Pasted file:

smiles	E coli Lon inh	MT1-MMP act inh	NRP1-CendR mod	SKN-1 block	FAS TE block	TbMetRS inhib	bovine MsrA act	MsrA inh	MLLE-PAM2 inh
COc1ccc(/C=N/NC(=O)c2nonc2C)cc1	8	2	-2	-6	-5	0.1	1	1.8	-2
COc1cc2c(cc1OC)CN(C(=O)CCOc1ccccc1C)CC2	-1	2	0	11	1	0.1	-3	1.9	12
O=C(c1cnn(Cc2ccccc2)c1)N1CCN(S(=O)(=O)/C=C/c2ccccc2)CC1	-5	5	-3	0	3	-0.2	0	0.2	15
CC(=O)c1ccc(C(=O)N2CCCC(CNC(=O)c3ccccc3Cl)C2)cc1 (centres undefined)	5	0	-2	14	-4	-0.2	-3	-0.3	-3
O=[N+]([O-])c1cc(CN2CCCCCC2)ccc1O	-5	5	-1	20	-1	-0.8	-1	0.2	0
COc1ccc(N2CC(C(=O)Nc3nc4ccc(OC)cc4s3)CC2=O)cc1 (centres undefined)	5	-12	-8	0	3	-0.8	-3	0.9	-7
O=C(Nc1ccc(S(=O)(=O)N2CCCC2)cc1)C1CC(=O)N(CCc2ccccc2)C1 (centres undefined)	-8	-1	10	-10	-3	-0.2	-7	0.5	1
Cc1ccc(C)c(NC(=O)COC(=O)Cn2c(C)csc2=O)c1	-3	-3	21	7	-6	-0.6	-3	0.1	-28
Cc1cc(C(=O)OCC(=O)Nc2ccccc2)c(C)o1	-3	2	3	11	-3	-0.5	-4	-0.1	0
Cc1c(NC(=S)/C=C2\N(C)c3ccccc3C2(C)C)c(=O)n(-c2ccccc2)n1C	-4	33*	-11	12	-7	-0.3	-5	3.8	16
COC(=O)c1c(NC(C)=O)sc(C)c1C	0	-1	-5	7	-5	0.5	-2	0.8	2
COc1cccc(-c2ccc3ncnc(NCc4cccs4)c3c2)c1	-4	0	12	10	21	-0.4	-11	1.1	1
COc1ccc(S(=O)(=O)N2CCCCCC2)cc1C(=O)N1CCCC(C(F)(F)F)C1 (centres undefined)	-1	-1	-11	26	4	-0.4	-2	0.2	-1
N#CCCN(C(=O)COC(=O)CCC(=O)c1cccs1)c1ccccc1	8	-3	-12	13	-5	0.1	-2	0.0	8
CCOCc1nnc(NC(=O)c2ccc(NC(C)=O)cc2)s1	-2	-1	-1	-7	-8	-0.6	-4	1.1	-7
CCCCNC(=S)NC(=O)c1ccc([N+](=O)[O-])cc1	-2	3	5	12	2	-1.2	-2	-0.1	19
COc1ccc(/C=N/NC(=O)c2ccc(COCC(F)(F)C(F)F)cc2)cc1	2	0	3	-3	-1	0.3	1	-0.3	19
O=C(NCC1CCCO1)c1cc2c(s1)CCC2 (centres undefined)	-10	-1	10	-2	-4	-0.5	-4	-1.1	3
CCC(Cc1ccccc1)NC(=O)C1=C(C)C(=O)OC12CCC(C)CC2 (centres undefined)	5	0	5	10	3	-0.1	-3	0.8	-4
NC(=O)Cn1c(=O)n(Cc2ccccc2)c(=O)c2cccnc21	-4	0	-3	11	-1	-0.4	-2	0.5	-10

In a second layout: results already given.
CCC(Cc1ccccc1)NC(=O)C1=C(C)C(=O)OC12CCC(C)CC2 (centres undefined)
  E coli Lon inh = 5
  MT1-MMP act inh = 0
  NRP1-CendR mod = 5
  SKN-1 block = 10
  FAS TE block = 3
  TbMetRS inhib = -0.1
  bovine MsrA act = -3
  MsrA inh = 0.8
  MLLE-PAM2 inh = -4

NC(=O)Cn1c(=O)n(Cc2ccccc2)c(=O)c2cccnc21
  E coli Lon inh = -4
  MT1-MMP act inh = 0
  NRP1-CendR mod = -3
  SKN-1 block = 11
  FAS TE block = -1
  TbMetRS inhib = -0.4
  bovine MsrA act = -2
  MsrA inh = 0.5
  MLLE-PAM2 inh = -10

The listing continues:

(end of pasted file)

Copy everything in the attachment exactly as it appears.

smiles	E coli Lon inh	MT1-MMP act inh	NRP1-CendR mod	SKN-1 block	FAS TE block	TbMetRS inhib	bovine MsrA act	MsrA inh	MLLE-PAM2 inh
COc1ccc(/C=N/NC(=O)c2nonc2C)cc1	8	2	-2	-6	-5	0.1	1	1.8	-2
COc1cc2c(cc1OC)CN(C(=O)CCOc1ccccc1C)CC2	-1	2	0	11	1	0.1	-3	1.9	12
O=C(c1cnn(Cc2ccccc2)c1)N1CCN(S(=O)(=O)/C=C/c2ccccc2)CC1	-5	5	-3	0	3	-0.2	0	0.2	15
CC(=O)c1ccc(C(=O)N2CCCC(CNC(=O)c3ccccc3Cl)C2)cc1 (centres undefined)	5	0	-2	14	-4	-0.2	-3	-0.3	-3
O=[N+]([O-])c1cc(CN2CCCCCC2)ccc1O	-5	5	-1	20	-1	-0.8	-1	0.2	0
COc1ccc(N2CC(C(=O)Nc3nc4ccc(OC)cc4s3)CC2=O)cc1 (centres undefined)	5	-12	-8	0	3	-0.8	-3	0.9	-7
O=C(Nc1ccc(S(=O)(=O)N2CCCC2)cc1)C1CC(=O)N(CCc2ccccc2)C1 (centres undefined)	-8	-1	10	-10	-3	-0.2	-7	0.5	1
Cc1ccc(C)c(NC(=O)COC(=O)Cn2c(C)csc2=O)c1	-3	-3	21	7	-6	-0.6	-3	0.1	-28
Cc1cc(C(=O)OCC(=O)Nc2ccccc2)c(C)o1	-3	2	3	11	-3	-0.5	-4	-0.1	0
Cc1c(NC(=S)/C=C2\N(C)c3ccccc3C2(C)C)c(=O)n(-c2ccccc2)n1C	-4	33*	-11	12	-7	-0.3	-5	3.8	16
COC(=O)c1c(NC(C)=O)sc(C)c1C	0	-1	-5	7	-5	0.5	-2	0.8	2
COc1cccc(-c2ccc3ncnc(NCc4cccs4)c3c2)c1	-4	0	12	10	21	-0.4	-11	1.1	1
COc1ccc(S(=O)(=O)N2CCCCCC2)cc1C(=O)N1CCCC(C(F)(F)F)C1 (centres undefined)	-1	-1	-11	26	4	-0.4	-2	0.2	-1
N#CCCN(C(=O)COC(=O)CCC(=O)c1cccs1)c1ccccc1	8	-3	-12	13	-5	0.1	-2	0.0	8
CCOCc1nnc(NC(=O)c2ccc(NC(C)=O)cc2)s1	-2	-1	-1	-7	-8	-0.6	-4	1.1	-7
CCCCNC(=S)NC(=O)c1ccc([N+](=O)[O-])cc1	-2	3	5	12	2	-1.2	-2	-0.1	19
COc1ccc(/C=N/NC(=O)c2ccc(COCC(F)(F)C(F)F)cc2)cc1	2	0	3	-3	-1	0.3	1	-0.3	19
O=C(NCC1CCCO1)c1cc2c(s1)CCC2 (centres undefined)	-10	-1	10	-2	-4	-0.5	-4	-1.1	3
CCC(Cc1ccccc1)NC(=O)C1=C(C)C(=O)OC12CCC(C)CC2 (centres undefined)	5	0	5	10	3	-0.1	-3	0.8	-4
NC(=O)Cn1c(=O)n(Cc2ccccc2)c(=O)c2cccnc21	-4	0	-3	11	-1	-0.4	-2	0.5	-10

In a second layout: results already given.
CCC(Cc1ccccc1)NC(=O)C1=C(C)C(=O)OC12CCC(C)CC2 (centres undefined)
  E coli Lon inh = 5
  MT1-MMP act inh = 0
  NRP1-CendR mod = 5
  SKN-1 block = 10
  FAS TE block = 3
  TbMetRS inhib = -0.1
  bovine MsrA act = -3
  MsrA inh = 0.8
  MLLE-PAM2 inh = -4

NC(=O)Cn1c(=O)n(Cc2ccccc2)c(=O)c2cccnc21
  E coli Lon inh = -4
  MT1-MMP act inh = 0
  NRP1-CendR mod = -3
  SKN-1 block = 11
  FAS TE block = -1
  TbMetRS inhib = -0.4
  bovine MsrA act = -2
  MsrA inh = 0.5
  MLLE-PAM2 inh = -10

The listing continues: